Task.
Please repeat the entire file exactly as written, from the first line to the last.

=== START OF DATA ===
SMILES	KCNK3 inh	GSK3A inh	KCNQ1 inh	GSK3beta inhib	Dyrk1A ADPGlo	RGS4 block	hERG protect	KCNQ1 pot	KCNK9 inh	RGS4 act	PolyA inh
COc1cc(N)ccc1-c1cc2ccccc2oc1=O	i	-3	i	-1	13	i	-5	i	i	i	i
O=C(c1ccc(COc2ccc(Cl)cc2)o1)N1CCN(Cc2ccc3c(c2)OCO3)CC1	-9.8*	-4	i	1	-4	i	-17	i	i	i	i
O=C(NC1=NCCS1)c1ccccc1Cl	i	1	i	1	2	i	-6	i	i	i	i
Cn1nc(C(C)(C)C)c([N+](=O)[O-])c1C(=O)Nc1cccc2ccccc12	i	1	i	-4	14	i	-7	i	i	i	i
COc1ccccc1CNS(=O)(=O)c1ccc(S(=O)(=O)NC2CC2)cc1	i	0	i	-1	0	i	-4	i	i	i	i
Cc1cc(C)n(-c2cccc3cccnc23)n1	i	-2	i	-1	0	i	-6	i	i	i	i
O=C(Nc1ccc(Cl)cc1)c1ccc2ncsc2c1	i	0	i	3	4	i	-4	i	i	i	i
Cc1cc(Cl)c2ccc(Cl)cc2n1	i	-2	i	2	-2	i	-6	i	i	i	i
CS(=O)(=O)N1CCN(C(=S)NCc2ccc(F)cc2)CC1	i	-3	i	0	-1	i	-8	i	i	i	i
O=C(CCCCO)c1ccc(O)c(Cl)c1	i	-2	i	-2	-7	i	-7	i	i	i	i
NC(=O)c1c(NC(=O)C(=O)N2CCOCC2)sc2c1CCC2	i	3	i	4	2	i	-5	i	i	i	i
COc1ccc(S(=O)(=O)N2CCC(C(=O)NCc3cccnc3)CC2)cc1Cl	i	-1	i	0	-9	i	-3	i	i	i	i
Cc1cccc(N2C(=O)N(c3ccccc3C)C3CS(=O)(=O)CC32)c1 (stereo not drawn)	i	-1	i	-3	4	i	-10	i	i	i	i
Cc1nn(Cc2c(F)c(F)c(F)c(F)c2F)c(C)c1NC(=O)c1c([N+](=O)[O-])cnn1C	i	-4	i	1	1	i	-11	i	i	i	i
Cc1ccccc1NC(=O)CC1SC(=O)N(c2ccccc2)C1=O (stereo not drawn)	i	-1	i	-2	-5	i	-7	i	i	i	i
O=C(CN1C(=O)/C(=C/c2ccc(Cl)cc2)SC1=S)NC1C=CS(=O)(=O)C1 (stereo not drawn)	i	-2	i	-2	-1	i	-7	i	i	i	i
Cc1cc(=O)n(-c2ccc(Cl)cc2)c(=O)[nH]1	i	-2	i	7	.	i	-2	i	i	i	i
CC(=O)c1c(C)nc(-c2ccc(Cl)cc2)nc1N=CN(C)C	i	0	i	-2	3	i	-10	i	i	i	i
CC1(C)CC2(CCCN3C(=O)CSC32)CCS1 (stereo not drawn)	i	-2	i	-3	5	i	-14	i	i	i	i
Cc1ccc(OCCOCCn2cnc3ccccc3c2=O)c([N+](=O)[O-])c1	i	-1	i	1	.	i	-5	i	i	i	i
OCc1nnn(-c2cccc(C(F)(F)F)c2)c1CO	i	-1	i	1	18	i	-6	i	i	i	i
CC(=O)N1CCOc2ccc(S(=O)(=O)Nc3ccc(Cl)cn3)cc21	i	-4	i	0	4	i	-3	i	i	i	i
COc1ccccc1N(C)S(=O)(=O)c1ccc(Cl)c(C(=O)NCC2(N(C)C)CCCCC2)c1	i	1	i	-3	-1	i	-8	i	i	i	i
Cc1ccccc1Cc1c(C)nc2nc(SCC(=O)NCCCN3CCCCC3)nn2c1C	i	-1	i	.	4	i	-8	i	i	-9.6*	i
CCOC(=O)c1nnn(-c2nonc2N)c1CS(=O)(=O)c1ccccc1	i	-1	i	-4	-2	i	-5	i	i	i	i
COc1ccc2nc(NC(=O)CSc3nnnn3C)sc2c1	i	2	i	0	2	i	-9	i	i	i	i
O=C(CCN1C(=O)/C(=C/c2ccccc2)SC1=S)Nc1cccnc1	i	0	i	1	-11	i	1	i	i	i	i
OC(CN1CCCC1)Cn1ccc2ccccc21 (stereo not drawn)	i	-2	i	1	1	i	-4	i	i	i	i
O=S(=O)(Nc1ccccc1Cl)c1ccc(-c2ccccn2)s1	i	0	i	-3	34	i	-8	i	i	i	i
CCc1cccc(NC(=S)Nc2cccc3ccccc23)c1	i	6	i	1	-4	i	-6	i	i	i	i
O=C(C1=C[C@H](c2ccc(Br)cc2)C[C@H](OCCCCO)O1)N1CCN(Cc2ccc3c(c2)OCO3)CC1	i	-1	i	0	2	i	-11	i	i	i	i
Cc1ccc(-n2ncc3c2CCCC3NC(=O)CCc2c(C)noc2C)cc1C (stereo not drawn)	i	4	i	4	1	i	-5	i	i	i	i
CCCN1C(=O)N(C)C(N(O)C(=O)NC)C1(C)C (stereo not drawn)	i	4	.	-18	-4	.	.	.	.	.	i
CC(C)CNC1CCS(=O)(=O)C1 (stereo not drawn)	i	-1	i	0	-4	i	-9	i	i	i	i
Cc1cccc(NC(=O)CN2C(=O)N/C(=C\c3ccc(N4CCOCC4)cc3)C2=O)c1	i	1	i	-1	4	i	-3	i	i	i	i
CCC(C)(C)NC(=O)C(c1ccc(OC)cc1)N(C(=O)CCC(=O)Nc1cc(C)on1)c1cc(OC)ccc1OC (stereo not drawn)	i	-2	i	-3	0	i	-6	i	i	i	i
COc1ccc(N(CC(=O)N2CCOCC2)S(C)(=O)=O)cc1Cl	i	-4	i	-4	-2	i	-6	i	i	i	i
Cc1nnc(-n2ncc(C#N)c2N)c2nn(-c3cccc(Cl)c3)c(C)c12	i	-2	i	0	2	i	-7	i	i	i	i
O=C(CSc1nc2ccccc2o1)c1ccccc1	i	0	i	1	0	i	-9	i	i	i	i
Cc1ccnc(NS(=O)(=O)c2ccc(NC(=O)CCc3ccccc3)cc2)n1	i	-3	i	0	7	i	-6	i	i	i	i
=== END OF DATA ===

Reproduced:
SMILES	KCNK3 inh	GSK3A inh	KCNQ1 inh	GSK3beta inhib	Dyrk1A ADPGlo	RGS4 block	hERG protect	KCNQ1 pot	KCNK9 inh	RGS4 act	PolyA inh
COc1cc(N)ccc1-c1cc2ccccc2oc1=O	i	-3	i	-1	13	i	-5	i	i	i	i
O=C(c1ccc(COc2ccc(Cl)cc2)o1)N1CCN(Cc2ccc3c(c2)OCO3)CC1	-9.8*	-4	i	1	-4	i	-17	i	i	i	i
O=C(NC1=NCCS1)c1ccccc1Cl	i	1	i	1	2	i	-6	i	i	i	i
Cn1nc(C(C)(C)C)c([N+](=O)[O-])c1C(=O)Nc1cccc2ccccc12	i	1	i	-4	14	i	-7	i	i	i	i
COc1ccccc1CNS(=O)(=O)c1ccc(S(=O)(=O)NC2CC2)cc1	i	0	i	-1	0	i	-4	i	i	i	i
Cc1cc(C)n(-c2cccc3cccnc23)n1	i	-2	i	-1	0	i	-6	i	i	i	i
O=C(Nc1ccc(Cl)cc1)c1ccc2ncsc2c1	i	0	i	3	4	i	-4	i	i	i	i
Cc1cc(Cl)c2ccc(Cl)cc2n1	i	-2	i	2	-2	i	-6	i	i	i	i
CS(=O)(=O)N1CCN(C(=S)NCc2ccc(F)cc2)CC1	i	-3	i	0	-1	i	-8	i	i	i	i
O=C(CCCCO)c1ccc(O)c(Cl)c1	i	-2	i	-2	-7	i	-7	i	i	i	i
NC(=O)c1c(NC(=O)C(=O)N2CCOCC2)sc2c1CCC2	i	3	i	4	2	i	-5	i	i	i	i
COc1ccc(S(=O)(=O)N2CCC(C(=O)NCc3cccnc3)CC2)cc1Cl	i	-1	i	0	-9	i	-3	i	i	i	i
Cc1cccc(N2C(=O)N(c3ccccc3C)C3CS(=O)(=O)CC32)c1 (stereo not drawn)	i	-1	i	-3	4	i	-10	i	i	i	i
Cc1nn(Cc2c(F)c(F)c(F)c(F)c2F)c(C)c1NC(=O)c1c([N+](=O)[O-])cnn1C	i	-4	i	1	1	i	-11	i	i	i	i
Cc1ccccc1NC(=O)CC1SC(=O)N(c2ccccc2)C1=O (stereo not drawn)	i	-1	i	-2	-5	i	-7	i	i	i	i
O=C(CN1C(=O)/C(=C/c2ccc(Cl)cc2)SC1=S)NC1C=CS(=O)(=O)C1 (stereo not drawn)	i	-2	i	-2	-1	i	-7	i	i	i	i
Cc1cc(=O)n(-c2ccc(Cl)cc2)c(=O)[nH]1	i	-2	i	7	.	i	-2	i	i	i	i
CC(=O)c1c(C)nc(-c2ccc(Cl)cc2)nc1N=CN(C)C	i	0	i	-2	3	i	-10	i	i	i	i
CC1(C)CC2(CCCN3C(=O)CSC32)CCS1 (stereo not drawn)	i	-2	i	-3	5	i	-14	i	i	i	i
Cc1ccc(OCCOCCn2cnc3ccccc3c2=O)c([N+](=O)[O-])c1	i	-1	i	1	.	i	-5	i	i	i	i
OCc1nnn(-c2cccc(C(F)(F)F)c2)c1CO	i	-1	i	1	18	i	-6	i	i	i	i
CC(=O)N1CCOc2ccc(S(=O)(=O)Nc3ccc(Cl)cn3)cc21	i	-4	i	0	4	i	-3	i	i	i	i
COc1ccccc1N(C)S(=O)(=O)c1ccc(Cl)c(C(=O)NCC2(N(C)C)CCCCC2)c1	i	1	i	-3	-1	i	-8	i	i	i	i
Cc1ccccc1Cc1c(C)nc2nc(SCC(=O)NCCCN3CCCCC3)nn2c1C	i	-1	i	.	4	i	-8	i	i	-9.6*	i
CCOC(=O)c1nnn(-c2nonc2N)c1CS(=O)(=O)c1ccccc1	i	-1	i	-4	-2	i	-5	i	i	i	i
COc1ccc2nc(NC(=O)CSc3nnnn3C)sc2c1	i	2	i	0	2	i	-9	i	i	i	i
O=C(CCN1C(=O)/C(=C/c2ccccc2)SC1=S)Nc1cccnc1	i	0	i	1	-11	i	1	i	i	i	i
OC(CN1CCCC1)Cn1ccc2ccccc21 (stereo not drawn)	i	-2	i	1	1	i	-4	i	i	i	i
O=S(=O)(Nc1ccccc1Cl)c1ccc(-c2ccccn2)s1	i	0	i	-3	34	i	-8	i	i	i	i
CCc1cccc(NC(=S)Nc2cccc3ccccc23)c1	i	6	i	1	-4	i	-6	i	i	i	i
O=C(C1=C[C@H](c2ccc(Br)cc2)C[C@H](OCCCCO)O1)N1CCN(Cc2ccc3c(c2)OCO3)CC1	i	-1	i	0	2	i	-11	i	i	i	i
Cc1ccc(-n2ncc3c2CCCC3NC(=O)CCc2c(C)noc2C)cc1C (stereo not drawn)	i	4	i	4	1	i	-5	i	i	i	i
CCCN1C(=O)N(C)C(N(O)C(=O)NC)C1(C)C (stereo not drawn)	i	4	.	-18	-4	.	.	.	.	.	i
CC(C)CNC1CCS(=O)(=O)C1 (stereo not drawn)	i	-1	i	0	-4	i	-9	i	i	i	i
Cc1cccc(NC(=O)CN2C(=O)N/C(=C\c3ccc(N4CCOCC4)cc3)C2=O)c1	i	1	i	-1	4	i	-3	i	i	i	i
CCC(C)(C)NC(=O)C(c1ccc(OC)cc1)N(C(=O)CCC(=O)Nc1cc(C)on1)c1cc(OC)ccc1OC (stereo not drawn)	i	-2	i	-3	0	i	-6	i	i	i	i
COc1ccc(N(CC(=O)N2CCOCC2)S(C)(=O)=O)cc1Cl	i	-4	i	-4	-2	i	-6	i	i	i	i
Cc1nnc(-n2ncc(C#N)c2N)c2nn(-c3cccc(Cl)c3)c(C)c12	i	-2	i	0	2	i	-7	i	i	i	i
O=C(CSc1nc2ccccc2o1)c1ccccc1	i	0	i	1	0	i	-9	i	i	i	i
Cc1ccnc(NS(=O)(=O)c2ccc(NC(=O)CCc3ccccc3)cc2)n1	i	-3	i	0	7	i	-6	i	i	i	i